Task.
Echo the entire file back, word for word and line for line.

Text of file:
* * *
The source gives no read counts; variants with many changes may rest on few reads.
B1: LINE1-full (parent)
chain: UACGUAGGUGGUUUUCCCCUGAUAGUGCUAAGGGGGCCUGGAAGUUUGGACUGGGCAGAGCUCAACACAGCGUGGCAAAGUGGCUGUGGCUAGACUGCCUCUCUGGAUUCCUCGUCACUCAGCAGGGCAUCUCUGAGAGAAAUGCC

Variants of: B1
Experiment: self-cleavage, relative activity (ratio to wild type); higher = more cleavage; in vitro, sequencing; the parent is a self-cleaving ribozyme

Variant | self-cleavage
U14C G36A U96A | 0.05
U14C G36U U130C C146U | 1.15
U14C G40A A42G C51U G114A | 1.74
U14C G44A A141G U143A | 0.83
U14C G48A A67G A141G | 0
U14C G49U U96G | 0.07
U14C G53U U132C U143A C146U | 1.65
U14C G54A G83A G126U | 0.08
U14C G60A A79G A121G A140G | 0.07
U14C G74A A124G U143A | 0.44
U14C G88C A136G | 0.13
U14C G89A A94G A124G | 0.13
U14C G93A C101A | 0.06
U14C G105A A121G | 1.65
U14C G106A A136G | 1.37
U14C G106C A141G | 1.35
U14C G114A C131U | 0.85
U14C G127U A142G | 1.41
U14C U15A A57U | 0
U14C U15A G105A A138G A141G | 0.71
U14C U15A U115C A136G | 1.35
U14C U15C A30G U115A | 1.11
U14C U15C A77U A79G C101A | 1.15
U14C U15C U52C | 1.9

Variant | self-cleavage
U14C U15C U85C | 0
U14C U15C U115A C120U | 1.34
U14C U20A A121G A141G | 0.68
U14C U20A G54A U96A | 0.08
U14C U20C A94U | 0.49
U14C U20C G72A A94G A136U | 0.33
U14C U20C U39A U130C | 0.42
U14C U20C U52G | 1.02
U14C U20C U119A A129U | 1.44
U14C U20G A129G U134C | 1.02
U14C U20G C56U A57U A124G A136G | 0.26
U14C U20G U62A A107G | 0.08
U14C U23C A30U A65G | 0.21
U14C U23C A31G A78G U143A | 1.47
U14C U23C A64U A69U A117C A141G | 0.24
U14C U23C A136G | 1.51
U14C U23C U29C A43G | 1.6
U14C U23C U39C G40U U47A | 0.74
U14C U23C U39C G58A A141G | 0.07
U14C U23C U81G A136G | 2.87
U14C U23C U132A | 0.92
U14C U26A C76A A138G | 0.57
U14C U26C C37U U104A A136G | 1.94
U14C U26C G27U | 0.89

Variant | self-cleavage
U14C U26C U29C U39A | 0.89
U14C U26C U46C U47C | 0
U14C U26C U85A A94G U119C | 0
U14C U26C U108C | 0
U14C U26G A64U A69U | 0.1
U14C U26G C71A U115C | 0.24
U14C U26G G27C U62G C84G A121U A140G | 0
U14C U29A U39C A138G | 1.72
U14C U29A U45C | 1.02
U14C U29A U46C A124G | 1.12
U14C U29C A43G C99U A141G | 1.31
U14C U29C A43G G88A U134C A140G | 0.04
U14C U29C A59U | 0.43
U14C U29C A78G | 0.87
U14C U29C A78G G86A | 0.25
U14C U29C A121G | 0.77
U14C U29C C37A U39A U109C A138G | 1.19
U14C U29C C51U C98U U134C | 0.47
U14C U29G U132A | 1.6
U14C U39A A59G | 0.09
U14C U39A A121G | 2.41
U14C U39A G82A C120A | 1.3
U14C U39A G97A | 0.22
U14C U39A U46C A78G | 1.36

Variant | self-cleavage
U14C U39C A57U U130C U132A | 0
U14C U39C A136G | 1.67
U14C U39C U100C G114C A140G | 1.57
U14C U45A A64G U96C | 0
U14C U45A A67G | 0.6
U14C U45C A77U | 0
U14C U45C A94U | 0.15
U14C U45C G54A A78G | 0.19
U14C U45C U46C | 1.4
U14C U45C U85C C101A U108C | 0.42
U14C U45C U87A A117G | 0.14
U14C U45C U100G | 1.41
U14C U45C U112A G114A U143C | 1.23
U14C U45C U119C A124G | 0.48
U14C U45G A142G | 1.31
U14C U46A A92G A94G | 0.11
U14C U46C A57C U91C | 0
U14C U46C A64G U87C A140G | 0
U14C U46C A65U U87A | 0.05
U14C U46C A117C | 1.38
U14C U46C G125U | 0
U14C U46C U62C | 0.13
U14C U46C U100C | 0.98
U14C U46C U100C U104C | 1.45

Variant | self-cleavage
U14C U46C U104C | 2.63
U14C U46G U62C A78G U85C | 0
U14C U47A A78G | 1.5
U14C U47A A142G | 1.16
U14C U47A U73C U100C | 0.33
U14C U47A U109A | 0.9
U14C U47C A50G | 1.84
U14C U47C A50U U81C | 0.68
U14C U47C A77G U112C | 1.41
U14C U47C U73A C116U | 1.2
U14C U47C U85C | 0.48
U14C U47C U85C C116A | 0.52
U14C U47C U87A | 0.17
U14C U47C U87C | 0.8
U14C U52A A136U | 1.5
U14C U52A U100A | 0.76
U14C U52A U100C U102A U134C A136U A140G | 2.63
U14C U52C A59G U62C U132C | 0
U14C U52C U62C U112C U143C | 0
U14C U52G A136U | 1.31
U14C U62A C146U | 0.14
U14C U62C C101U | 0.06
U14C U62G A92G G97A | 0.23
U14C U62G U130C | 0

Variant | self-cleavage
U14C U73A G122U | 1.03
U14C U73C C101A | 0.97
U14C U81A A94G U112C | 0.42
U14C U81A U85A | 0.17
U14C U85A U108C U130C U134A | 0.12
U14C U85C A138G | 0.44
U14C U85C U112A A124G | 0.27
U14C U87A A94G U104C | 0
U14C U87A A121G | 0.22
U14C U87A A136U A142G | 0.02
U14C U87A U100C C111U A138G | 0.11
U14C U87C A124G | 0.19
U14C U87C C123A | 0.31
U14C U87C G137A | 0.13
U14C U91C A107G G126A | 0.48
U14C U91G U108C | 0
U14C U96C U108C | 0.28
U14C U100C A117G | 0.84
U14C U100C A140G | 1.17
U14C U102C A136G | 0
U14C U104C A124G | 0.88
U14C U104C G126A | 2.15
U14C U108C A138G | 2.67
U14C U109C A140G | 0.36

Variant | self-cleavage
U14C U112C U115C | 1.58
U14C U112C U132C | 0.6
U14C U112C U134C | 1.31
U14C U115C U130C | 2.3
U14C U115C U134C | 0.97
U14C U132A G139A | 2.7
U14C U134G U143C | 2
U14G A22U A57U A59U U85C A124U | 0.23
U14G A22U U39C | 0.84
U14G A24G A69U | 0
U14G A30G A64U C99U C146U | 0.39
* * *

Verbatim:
The source gives no read counts; variants with many changes may rest on few reads.
B1: LINE1-full (parent)
chain: UACGUAGGUGGUUUUCCCCUGAUAGUGCUAAGGGGGCCUGGAAGUUUGGACUGGGCAGAGCUCAACACAGCGUGGCAAAGUGGCUGUGGCUAGACUGCCUCUCUGGAUUCCUCGUCACUCAGCAGGGCAUCUCUGAGAGAAAUGCC

Variants of: B1
Experiment: self-cleavage, relative activity (ratio to wild type); higher = more cleavage; in vitro, sequencing; the parent is a self-cleaving ribozyme

Variant | self-cleavage
U14C G36A U96A | 0.05
U14C G36U U130C C146U | 1.15
U14C G40A A42G C51U G114A | 1.74
U14C G44A A141G U143A | 0.83
U14C G48A A67G A141G | 0
U14C G49U U96G | 0.07
U14C G53U U132C U143A C146U | 1.65
U14C G54A G83A G126U | 0.08
U14C G60A A79G A121G A140G | 0.07
U14C G74A A124G U143A | 0.44
U14C G88C A136G | 0.13
U14C G89A A94G A124G | 0.13
U14C G93A C101A | 0.06
U14C G105A A121G | 1.65
U14C G106A A136G | 1.37
U14C G106C A141G | 1.35
U14C G114A C131U | 0.85
U14C G127U A142G | 1.41
U14C U15A A57U | 0
U14C U15A G105A A138G A141G | 0.71
U14C U15A U115C A136G | 1.35
U14C U15C A30G U115A | 1.11
U14C U15C A77U A79G C101A | 1.15
U14C U15C U52C | 1.9

Variant | self-cleavage
U14C U15C U85C | 0
U14C U15C U115A C120U | 1.34
U14C U20A A121G A141G | 0.68
U14C U20A G54A U96A | 0.08
U14C U20C A94U | 0.49
U14C U20C G72A A94G A136U | 0.33
U14C U20C U39A U130C | 0.42
U14C U20C U52G | 1.02
U14C U20C U119A A129U | 1.44
U14C U20G A129G U134C | 1.02
U14C U20G C56U A57U A124G A136G | 0.26
U14C U20G U62A A107G | 0.08
U14C U23C A30U A65G | 0.21
U14C U23C A31G A78G U143A | 1.47
U14C U23C A64U A69U A117C A141G | 0.24
U14C U23C A136G | 1.51
U14C U23C U29C A43G | 1.6
U14C U23C U39C G40U U47A | 0.74
U14C U23C U39C G58A A141G | 0.07
U14C U23C U81G A136G | 2.87
U14C U23C U132A | 0.92
U14C U26A C76A A138G | 0.57
U14C U26C C37U U104A A136G | 1.94
U14C U26C G27U | 0.89

Variant | self-cleavage
U14C U26C U29C U39A | 0.89
U14C U26C U46C U47C | 0
U14C U26C U85A A94G U119C | 0
U14C U26C U108C | 0
U14C U26G A64U A69U | 0.1
U14C U26G C71A U115C | 0.24
U14C U26G G27C U62G C84G A121U A140G | 0
U14C U29A U39C A138G | 1.72
U14C U29A U45C | 1.02
U14C U29A U46C A124G | 1.12
U14C U29C A43G C99U A141G | 1.31
U14C U29C A43G G88A U134C A140G | 0.04
U14C U29C A59U | 0.43
U14C U29C A78G | 0.87
U14C U29C A78G G86A | 0.25
U14C U29C A121G | 0.77
U14C U29C C37A U39A U109C A138G | 1.19
U14C U29C C51U C98U U134C | 0.47
U14C U29G U132A | 1.6
U14C U39A A59G | 0.09
U14C U39A A121G | 2.41
U14C U39A G82A C120A | 1.3
U14C U39A G97A | 0.22
U14C U39A U46C A78G | 1.36

Variant | self-cleavage
U14C U39C A57U U130C U132A | 0
U14C U39C A136G | 1.67
U14C U39C U100C G114C A140G | 1.57
U14C U45A A64G U96C | 0
U14C U45A A67G | 0.6
U14C U45C A77U | 0
U14C U45C A94U | 0.15
U14C U45C G54A A78G | 0.19
U14C U45C U46C | 1.4
U14C U45C U85C C101A U108C | 0.42
U14C U45C U87A A117G | 0.14
U14C U45C U100G | 1.41
U14C U45C U112A G114A U143C | 1.23
U14C U45C U119C A124G | 0.48
U14C U45G A142G | 1.31
U14C U46A A92G A94G | 0.11
U14C U46C A57C U91C | 0
U14C U46C A64G U87C A140G | 0
U14C U46C A65U U87A | 0.05
U14C U46C A117C | 1.38
U14C U46C G125U | 0
U14C U46C U62C | 0.13
U14C U46C U100C | 0.98
U14C U46C U100C U104C | 1.45

Variant | self-cleavage
U14C U46C U104C | 2.63
U14C U46G U62C A78G U85C | 0
U14C U47A A78G | 1.5
U14C U47A A142G | 1.16
U14C U47A U73C U100C | 0.33
U14C U47A U109A | 0.9
U14C U47C A50G | 1.84
U14C U47C A50U U81C | 0.68
U14C U47C A77G U112C | 1.41
U14C U47C U73A C116U | 1.2
U14C U47C U85C | 0.48
U14C U47C U85C C116A | 0.52
U14C U47C U87A | 0.17
U14C U47C U87C | 0.8
U14C U52A A136U | 1.5
U14C U52A U100A | 0.76
U14C U52A U100C U102A U134C A136U A140G | 2.63
U14C U52C A59G U62C U132C | 0
U14C U52C U62C U112C U143C | 0
U14C U52G A136U | 1.31
U14C U62A C146U | 0.14
U14C U62C C101U | 0.06
U14C U62G A92G G97A | 0.23
U14C U62G U130C | 0

Variant | self-cleavage
U14C U73A G122U | 1.03
U14C U73C C101A | 0.97
U14C U81A A94G U112C | 0.42
U14C U81A U85A | 0.17
U14C U85A U108C U130C U134A | 0.12
U14C U85C A138G | 0.44
U14C U85C U112A A124G | 0.27
U14C U87A A94G U104C | 0
U14C U87A A121G | 0.22
U14C U87A A136U A142G | 0.02
U14C U87A U100C C111U A138G | 0.11
U14C U87C A124G | 0.19
U14C U87C C123A | 0.31
U14C U87C G137A | 0.13
U14C U91C A107G G126A | 0.48
U14C U91G U108C | 0
U14C U96C U108C | 0.28
U14C U100C A117G | 0.84
U14C U100C A140G | 1.17
U14C U102C A136G | 0
U14C U104C A124G | 0.88
U14C U104C G126A | 2.15
U14C U108C A138G | 2.67
U14C U109C A140G | 0.36

Variant | self-cleavage
U14C U112C U115C | 1.58
U14C U112C U132C | 0.6
U14C U112C U134C | 1.31
U14C U115C U130C | 2.3
U14C U115C U134C | 0.97
U14C U132A G139A | 2.7
U14C U134G U143C | 2
U14G A22U A57U A59U U85C A124U | 0.23
U14G A22U U39C | 0.84
U14G A24G A69U | 0
U14G A30G A64U C99U C146U | 0.39